What is System Configurator?System Configurator is a standalone program which is designed to be run after software installation has occurred on a Linux computer. System Configurator's job is to provide a consistant API for the configuration of Network Scripts, Hardware, and Bootstrapping, and other configuration data, accross all Linux distributions and all architectures that Linux runs on.
It is designed to integrate well into System Installer and SystemImager, but is also useful with other installation methods. SystemImager and System Configurator will form the transport layer of System Installation Suite. Please see the goals page for more info on the function expected out of System Configurator.
System Installation SuiteSystem Installation Suite is a System Installation and Management Application Framework. Its goal is to provide the framework for image based systems administration under Linux. With the impending integration of SystemImager and System Configurator, the transport layer will reach beta state. System Installer will be the first of the management applications that use this framework, though there will be other tools in the future. More information can be found at The System Installation Suite Website.
System Configurator v2.0.2 is out!System Configurator 2.0.2 has been released. Changes since the 1.x branch include:
- Time Zone Configuration
SC now takes a [TIME] stanza, which can be used to set time
zone information on the client during installation. This means
a single image can be used in multiple time zones and be
configured correctly. (man systemconfig.conf for more info)
- User Exits
A new [USEREXIT\d] stanza was added. This allows
administrators to specify an arbitrary number of user exits to
be run after SC finishes configuration. (man systemconfig.conf
- Native Tools for Ramdisk Generation
SC now uses native tools (mkinitrd or mk_initrd) for ramdisk
configuration, instead of its own home brew solution. This
means that ramdisks should look and work just as if they were
created by the native distribution. Red Hat, SuSE, Debian, and
Mandrake are known to work with the new method.
- iSeries support
- Support has been added for the IBM iSeries (64bit PPC)
Platform. iSeries images can now be installed if using a CVS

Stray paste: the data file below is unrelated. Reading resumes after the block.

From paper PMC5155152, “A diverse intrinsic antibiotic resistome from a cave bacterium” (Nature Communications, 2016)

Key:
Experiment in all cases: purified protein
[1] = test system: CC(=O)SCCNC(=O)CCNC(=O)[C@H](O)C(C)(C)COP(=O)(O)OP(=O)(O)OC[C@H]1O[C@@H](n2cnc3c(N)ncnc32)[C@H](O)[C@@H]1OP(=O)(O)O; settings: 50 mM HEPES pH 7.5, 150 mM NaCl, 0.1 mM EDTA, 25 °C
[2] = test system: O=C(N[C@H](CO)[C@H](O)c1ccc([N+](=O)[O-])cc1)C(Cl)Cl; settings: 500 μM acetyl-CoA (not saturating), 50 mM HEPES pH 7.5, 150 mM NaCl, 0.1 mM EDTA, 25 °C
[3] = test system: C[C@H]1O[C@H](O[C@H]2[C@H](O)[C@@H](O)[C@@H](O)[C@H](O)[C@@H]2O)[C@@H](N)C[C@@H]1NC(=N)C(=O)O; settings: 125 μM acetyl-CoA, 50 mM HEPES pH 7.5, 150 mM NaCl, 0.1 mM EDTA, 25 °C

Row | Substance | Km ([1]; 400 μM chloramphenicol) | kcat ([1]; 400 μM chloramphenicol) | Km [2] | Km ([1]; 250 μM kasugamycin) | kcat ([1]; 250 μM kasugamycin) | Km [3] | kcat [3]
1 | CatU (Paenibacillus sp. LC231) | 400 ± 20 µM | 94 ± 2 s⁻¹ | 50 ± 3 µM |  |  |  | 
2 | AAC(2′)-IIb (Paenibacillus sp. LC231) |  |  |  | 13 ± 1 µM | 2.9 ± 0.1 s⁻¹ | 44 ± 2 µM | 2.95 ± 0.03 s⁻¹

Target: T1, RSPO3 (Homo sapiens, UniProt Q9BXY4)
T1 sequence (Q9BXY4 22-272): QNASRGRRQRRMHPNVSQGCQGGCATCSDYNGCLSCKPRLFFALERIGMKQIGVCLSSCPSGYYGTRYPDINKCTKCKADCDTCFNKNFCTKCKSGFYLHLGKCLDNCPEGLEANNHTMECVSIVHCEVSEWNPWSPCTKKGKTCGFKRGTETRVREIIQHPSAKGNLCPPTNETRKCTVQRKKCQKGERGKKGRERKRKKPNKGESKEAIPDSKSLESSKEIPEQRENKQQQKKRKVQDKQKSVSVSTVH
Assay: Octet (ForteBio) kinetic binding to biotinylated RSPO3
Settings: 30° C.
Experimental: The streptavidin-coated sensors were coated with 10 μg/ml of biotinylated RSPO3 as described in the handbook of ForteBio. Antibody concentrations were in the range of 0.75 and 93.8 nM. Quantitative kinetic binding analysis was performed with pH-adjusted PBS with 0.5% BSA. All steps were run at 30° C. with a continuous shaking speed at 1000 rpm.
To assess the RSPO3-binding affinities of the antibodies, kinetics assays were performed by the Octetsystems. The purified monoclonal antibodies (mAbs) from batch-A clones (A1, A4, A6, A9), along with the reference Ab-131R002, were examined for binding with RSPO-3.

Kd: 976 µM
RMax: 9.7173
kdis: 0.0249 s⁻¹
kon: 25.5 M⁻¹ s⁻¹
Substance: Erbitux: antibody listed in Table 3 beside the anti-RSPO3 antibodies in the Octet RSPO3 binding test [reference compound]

release of SystemImager and SystemInstaller. Official support
from the rest of SIS will be coming shortly.
- Grub support
- I'm now convinced we have grub working correctly in nearly all
cases. Bootdev other than (hd0) is now supported, as are
labels on disk devices. This code has been tested with Red Hat
7.2 and 7.3.
- Better option parsing
- The configuration parsing routines are now far cleaner and
order is now more deterministic. The following order of
- Command line options (other than configsi and configall) override all other sources.
- User specified config file (with --cfgfile option)
- Standard in (with --stdin option)
- Global config file (/etc/systemconfig/systemconfig.conf)
- Command line options configsi and configall
- Gatewaydev added
- The GATEWAYDEV option was added to the [NETWORK] block. This
allows the user to override the default, which is the device
name of the first interface. This is only supported for Red
Hat style network configuration.
- Hardware table update
- The PCI ID to kernel module table has been updated to include
more recent ids. Hopefully this helps everyone.
- Keyboard hack
- It was found that SuSE SLES7 defaults the keyboard
configuration to german, by setting a field in rc.config. SC
now blanks that value (which defaults the keyboard to en-US.)
This behavior can be turned off by adding "configkeyboard = no"
to the systemconfig.conf file.
- EFI enhancements
- The EFI module was made more generic, so it won't assume the
EFI partition is the first partition of the first disk, and
allows for boot files that are not in the toplevel directory.
- Hardware Overrides
- SuSE mk_initrd fixes
System Configurator now properly orders modules for SuSE's mk_initrd tool
so multi-module drivers are now supported in SuSE initial ramdisks.
- The ability to specify a list of hardware overrides in the case that
System Configurator doesn't have the right information for your hardware.
Details on this feature can be found in the systemconfigurator man page.
How to contact us?If you have questions or thoughts as to how to make this project better, the best thing to do is get on our mailing lists. We are very open to new ideas about how to make this all work well.
Last modified: Thu Jan 9 13:45:36 EST 2003